Radio: The consolations of high art and super pop culture
Politics continues to dominate radio to some extent, with US elections last week and the will-they-won't-they pas de deux of Brexit negotiations over the last few days. So it makes for a refreshing change, if nothing else, to listen to something more pleasurable, and less aggravating and depressing, than politics: arts and culture.
The death of legendary comics artist Stan Lee was marked by Corkman Will Sliney on Morning Ireland (Radio 1, Mon-Fri 7am). A comic-book illustrator who currently draws Spider-Man for Marvel, Sliney explained how "iconic" the 95-year-old was - in his field and beyond.
Hulk, Ironman, Fantastic Four, Daredevil, X-Men, Ant-Man: essentially, most of the superhero characters monopolising cinemas for the last decade were, at least in part, products of Lee's fertile imagination. "Those characters he created," Sliney said, "have touched so many people, whether that was watching the movies or reading the comics."
Actress Evanna Lynch achieved fame with another iconic franchise, playing Luna in the Harry Potter movies. She spoke to Ryan Tubridy (2FM, Mon-Fri 9am) about doing something completely different: competing on the US Dancing with the Stars.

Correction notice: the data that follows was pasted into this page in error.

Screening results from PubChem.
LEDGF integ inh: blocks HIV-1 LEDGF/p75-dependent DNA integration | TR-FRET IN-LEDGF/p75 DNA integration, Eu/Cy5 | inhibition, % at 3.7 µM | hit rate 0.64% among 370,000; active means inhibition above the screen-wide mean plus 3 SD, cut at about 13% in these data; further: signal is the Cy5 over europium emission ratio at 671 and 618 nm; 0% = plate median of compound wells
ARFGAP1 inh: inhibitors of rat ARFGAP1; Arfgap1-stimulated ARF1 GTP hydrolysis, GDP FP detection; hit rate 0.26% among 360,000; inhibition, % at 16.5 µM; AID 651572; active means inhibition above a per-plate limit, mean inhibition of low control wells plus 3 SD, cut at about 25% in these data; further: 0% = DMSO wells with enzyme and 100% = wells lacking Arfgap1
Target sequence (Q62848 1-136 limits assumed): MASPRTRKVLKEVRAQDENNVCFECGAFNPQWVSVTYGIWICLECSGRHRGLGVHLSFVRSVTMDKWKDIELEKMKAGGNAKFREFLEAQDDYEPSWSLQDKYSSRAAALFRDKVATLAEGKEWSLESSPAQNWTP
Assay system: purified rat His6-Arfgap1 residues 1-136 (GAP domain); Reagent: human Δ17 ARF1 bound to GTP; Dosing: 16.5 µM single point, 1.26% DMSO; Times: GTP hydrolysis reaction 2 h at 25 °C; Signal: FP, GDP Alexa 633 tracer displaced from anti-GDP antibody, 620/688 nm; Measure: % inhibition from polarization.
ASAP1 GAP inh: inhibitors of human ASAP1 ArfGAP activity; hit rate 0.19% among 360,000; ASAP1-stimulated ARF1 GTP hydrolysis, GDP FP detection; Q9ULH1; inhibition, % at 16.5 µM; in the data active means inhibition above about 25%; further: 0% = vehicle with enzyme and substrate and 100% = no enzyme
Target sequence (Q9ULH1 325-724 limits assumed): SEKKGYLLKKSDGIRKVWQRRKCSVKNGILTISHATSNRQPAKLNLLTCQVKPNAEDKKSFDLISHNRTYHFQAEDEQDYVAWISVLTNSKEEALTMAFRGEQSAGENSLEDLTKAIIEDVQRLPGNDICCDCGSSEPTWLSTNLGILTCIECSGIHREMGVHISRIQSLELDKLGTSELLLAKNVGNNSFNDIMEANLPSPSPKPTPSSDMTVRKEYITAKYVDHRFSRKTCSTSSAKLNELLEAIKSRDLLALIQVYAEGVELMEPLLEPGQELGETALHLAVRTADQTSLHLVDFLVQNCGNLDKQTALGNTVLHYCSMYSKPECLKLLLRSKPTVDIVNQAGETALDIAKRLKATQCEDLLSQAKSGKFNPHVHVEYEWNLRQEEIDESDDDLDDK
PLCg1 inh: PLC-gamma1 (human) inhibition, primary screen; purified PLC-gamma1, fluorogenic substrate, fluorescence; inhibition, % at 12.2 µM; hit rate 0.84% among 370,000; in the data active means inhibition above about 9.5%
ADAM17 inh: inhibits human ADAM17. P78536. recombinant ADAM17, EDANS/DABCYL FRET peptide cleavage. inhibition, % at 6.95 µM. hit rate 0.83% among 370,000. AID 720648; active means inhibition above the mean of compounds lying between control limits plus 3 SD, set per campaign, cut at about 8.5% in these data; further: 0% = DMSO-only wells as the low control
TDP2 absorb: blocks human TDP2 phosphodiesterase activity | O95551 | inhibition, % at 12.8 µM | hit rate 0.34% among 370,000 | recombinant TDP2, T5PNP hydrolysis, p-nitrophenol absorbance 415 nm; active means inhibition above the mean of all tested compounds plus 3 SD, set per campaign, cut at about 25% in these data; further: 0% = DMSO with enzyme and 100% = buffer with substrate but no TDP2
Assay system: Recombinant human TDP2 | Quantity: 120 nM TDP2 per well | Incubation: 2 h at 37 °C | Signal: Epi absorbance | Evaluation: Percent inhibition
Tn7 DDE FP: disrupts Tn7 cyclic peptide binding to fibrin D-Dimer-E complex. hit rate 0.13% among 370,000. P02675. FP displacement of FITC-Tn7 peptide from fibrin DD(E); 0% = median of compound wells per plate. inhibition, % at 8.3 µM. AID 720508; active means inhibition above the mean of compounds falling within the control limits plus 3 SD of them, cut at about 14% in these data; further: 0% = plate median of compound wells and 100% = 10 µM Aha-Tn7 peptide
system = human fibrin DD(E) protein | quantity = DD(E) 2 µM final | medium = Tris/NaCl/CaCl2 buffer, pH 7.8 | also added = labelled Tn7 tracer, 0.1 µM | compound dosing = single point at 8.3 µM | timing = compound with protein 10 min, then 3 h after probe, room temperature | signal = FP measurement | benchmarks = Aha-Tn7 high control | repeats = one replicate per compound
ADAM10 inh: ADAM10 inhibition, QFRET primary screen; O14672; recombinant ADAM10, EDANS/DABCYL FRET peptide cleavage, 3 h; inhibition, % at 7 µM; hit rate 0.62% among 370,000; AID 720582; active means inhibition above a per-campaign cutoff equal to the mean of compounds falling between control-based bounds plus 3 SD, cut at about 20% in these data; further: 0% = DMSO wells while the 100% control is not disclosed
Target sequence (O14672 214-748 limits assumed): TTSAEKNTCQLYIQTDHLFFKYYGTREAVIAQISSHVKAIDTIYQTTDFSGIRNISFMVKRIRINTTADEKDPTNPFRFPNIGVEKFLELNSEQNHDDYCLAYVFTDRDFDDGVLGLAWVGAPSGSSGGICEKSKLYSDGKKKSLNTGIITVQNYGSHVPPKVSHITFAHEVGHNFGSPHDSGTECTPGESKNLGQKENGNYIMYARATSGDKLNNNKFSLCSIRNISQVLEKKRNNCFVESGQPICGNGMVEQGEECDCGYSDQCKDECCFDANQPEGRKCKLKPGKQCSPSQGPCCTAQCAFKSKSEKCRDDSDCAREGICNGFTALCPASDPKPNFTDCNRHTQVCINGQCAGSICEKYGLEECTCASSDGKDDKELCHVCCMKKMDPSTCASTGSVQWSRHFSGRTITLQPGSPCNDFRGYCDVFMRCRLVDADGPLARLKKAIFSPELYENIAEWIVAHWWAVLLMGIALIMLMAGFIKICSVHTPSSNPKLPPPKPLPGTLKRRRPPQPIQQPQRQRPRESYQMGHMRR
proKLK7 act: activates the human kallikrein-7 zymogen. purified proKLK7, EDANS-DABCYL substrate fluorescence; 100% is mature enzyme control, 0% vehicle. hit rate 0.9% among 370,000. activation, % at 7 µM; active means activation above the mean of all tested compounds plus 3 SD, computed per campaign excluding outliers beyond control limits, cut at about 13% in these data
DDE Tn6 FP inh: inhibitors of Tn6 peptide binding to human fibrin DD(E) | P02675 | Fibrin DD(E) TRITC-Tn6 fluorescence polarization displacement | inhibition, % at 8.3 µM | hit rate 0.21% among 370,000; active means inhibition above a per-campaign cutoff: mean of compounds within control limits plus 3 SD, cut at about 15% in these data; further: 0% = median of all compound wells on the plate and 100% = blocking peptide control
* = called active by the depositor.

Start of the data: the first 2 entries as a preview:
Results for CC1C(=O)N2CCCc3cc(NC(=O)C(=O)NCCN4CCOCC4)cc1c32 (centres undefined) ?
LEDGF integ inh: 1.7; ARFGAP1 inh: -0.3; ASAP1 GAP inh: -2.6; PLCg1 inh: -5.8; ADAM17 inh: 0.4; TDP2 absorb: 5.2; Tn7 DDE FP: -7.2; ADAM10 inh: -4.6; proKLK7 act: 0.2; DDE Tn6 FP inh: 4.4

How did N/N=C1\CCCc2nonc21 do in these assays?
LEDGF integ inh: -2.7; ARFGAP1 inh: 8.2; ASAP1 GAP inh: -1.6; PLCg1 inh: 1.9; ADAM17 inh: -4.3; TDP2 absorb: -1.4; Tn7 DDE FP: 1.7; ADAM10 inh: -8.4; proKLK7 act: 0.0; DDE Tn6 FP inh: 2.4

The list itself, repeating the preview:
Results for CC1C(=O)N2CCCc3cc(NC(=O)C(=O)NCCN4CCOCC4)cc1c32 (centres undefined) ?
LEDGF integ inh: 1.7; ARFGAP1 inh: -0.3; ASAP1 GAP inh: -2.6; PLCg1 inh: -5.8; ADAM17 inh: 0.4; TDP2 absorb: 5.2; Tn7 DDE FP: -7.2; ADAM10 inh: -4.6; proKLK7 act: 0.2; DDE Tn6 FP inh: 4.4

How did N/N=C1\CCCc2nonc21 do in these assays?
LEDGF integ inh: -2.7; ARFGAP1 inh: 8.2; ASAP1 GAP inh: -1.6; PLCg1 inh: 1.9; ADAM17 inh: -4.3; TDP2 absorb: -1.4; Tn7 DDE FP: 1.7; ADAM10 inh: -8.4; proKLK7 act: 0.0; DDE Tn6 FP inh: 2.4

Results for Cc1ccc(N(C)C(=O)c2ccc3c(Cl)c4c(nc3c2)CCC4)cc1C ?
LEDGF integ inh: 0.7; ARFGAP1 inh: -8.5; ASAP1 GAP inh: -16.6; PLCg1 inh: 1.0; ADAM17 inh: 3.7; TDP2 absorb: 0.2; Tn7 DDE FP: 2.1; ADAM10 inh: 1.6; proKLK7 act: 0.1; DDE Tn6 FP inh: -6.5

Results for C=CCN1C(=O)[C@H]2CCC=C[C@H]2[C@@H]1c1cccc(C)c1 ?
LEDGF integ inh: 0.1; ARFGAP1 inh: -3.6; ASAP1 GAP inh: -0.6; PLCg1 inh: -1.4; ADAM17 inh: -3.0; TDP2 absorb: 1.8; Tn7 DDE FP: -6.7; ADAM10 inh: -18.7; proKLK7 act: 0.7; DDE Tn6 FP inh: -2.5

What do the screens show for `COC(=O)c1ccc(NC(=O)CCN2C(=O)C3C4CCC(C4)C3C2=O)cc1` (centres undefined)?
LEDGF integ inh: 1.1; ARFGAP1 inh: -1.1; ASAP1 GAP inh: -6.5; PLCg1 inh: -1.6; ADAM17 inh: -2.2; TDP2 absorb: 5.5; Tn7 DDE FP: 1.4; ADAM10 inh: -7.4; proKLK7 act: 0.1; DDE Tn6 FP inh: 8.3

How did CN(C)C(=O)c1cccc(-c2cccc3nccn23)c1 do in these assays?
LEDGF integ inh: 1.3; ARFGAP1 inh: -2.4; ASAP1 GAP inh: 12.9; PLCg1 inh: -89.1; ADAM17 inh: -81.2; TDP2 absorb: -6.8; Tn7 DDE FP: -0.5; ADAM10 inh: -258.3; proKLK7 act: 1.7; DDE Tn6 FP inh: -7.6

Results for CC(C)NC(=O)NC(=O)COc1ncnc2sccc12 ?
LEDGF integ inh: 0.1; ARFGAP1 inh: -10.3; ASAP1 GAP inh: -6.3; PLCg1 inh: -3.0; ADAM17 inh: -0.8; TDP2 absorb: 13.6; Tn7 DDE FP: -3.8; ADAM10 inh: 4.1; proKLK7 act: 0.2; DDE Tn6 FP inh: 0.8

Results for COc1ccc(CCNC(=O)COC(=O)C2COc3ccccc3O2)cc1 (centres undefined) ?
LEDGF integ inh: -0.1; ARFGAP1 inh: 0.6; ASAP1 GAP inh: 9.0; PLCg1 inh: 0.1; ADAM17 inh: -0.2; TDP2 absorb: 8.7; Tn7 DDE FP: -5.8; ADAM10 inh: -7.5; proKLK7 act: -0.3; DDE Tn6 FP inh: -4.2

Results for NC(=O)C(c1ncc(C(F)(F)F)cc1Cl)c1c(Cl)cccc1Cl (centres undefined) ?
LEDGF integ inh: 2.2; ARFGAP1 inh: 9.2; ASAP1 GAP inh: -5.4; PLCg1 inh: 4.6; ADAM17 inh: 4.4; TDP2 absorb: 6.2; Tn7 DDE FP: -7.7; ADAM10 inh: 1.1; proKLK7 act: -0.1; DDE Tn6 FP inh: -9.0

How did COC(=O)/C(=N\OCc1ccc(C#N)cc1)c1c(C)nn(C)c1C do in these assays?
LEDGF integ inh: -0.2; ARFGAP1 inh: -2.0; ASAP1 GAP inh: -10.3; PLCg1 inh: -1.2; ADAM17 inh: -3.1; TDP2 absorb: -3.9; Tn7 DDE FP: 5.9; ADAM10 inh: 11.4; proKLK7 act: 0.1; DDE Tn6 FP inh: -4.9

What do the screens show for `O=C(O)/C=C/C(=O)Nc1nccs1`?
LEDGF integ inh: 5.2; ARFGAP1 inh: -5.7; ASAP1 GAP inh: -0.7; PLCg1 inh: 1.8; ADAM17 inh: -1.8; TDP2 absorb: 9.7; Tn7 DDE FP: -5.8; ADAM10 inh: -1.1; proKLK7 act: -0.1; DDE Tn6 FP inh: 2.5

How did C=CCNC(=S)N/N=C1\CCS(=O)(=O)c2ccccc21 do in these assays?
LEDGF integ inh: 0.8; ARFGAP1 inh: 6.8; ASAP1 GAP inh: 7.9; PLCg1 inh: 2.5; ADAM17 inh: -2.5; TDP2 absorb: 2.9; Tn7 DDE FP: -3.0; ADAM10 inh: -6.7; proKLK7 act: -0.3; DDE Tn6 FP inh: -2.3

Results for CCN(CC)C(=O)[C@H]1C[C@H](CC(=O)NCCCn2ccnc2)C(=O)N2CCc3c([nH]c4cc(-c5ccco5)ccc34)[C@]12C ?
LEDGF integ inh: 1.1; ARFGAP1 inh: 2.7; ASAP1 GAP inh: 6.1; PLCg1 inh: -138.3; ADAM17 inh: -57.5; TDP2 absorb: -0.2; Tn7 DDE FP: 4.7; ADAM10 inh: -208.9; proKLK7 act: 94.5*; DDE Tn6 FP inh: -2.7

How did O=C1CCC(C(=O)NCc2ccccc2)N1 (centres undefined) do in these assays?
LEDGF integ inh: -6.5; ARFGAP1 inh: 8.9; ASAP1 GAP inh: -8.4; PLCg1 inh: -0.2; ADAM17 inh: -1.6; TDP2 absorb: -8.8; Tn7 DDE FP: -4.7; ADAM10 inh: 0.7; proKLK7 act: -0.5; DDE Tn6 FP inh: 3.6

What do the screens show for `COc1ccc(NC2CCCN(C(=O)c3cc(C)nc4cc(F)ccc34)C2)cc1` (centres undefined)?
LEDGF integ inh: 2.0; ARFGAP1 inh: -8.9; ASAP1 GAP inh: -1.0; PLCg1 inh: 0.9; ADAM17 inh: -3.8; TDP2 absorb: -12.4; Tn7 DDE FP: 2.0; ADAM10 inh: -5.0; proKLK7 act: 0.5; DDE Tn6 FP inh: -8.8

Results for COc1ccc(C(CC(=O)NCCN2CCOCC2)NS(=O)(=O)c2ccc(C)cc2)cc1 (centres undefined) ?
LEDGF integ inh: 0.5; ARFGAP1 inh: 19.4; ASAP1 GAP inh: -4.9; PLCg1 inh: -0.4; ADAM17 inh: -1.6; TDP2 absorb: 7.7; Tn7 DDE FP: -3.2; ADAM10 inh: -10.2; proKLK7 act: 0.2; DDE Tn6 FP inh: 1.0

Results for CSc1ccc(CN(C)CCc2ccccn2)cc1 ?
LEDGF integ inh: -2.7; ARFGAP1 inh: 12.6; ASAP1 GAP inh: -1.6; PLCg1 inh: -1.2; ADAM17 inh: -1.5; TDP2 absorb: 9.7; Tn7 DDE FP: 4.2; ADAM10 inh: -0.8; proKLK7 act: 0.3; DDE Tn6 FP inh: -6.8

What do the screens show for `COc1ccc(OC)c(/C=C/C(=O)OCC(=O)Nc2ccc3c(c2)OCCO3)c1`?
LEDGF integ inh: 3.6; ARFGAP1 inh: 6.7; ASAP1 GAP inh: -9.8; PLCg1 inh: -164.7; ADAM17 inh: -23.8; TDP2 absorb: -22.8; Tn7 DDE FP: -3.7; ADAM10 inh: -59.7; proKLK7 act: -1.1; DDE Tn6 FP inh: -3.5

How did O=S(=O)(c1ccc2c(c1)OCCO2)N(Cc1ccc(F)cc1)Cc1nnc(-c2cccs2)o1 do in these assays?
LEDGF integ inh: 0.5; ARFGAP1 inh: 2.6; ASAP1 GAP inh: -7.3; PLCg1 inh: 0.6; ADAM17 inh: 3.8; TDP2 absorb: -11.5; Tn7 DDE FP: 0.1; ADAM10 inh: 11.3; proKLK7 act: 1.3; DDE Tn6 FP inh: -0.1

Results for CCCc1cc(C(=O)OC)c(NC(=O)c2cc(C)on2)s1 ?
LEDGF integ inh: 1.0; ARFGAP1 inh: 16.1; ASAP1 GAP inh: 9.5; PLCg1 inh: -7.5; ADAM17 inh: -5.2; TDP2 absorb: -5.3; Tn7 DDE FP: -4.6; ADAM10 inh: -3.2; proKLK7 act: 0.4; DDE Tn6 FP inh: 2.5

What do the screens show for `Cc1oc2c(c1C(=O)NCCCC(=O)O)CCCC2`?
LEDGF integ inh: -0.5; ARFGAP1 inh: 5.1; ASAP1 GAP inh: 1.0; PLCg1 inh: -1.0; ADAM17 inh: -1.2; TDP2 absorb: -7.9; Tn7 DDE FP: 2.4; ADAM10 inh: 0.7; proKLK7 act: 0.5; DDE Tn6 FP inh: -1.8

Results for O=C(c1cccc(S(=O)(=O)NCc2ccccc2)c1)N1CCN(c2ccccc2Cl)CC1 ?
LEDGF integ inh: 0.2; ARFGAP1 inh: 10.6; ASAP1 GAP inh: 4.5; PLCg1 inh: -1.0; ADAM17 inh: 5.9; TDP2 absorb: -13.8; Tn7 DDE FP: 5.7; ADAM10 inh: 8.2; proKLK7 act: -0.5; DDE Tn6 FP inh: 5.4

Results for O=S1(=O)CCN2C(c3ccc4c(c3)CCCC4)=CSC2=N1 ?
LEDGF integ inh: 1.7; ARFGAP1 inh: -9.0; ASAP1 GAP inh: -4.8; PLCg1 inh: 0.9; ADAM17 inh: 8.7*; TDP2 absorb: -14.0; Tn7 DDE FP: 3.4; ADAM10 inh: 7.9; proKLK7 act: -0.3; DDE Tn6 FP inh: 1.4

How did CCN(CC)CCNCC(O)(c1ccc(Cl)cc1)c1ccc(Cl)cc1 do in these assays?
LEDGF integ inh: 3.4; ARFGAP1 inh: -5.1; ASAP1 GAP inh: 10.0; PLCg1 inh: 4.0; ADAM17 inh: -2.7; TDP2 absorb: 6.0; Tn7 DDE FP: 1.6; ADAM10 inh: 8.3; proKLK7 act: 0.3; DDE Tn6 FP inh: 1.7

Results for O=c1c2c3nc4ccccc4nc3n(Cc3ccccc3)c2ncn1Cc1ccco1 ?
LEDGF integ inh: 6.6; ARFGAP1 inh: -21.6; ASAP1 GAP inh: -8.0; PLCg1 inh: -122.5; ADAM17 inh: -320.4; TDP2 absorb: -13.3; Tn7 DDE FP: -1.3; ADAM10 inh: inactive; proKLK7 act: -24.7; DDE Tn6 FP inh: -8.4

Lynch was good value, a cheerful and self-deprecating character. She poked fun at herself when saying that actors are always being warned not to do reality TV, but "I just love dancing and have always wanted to be on that show… I'm really a failed dancer because I wanted to be a dancer rather than an actor but I just didn't have the technique and wasn't really focused."
The Co Louth native also opened up about her struggles with bullying and an eating disorder. On another show it might have felt mawkish - or worse, a bit exploitative - but Tubridy handled it with sensitivity and sympathy. He really is good at this type of interview.
Art Beneath the Waves (BBC Radio 4, Mon 4pm) was a fascinating exploration of people creating underwater art. That's not a metaphor: these painters, dancers and sculptors literally go under the surface. Talk about diving right in for the sake of art.
We heard about underwater ballet - without an oxygen-tank - giant submerged statues, filming of rare deep-sea life and even one artist who brings a drawing board and paper, floating and drawing (presumably while striving to keep the paper dry). It's all a sort of magic, really.
Meanwhile The Green Room (Newstalk, Sat 8pm) spoke to choreographer and founder of the Irish Modern Dance Theatre, John Scott, about Cloud Study. A new performance described as "part dance, part theatre, part athletics", it opens in Dublin soon: magic of a different form.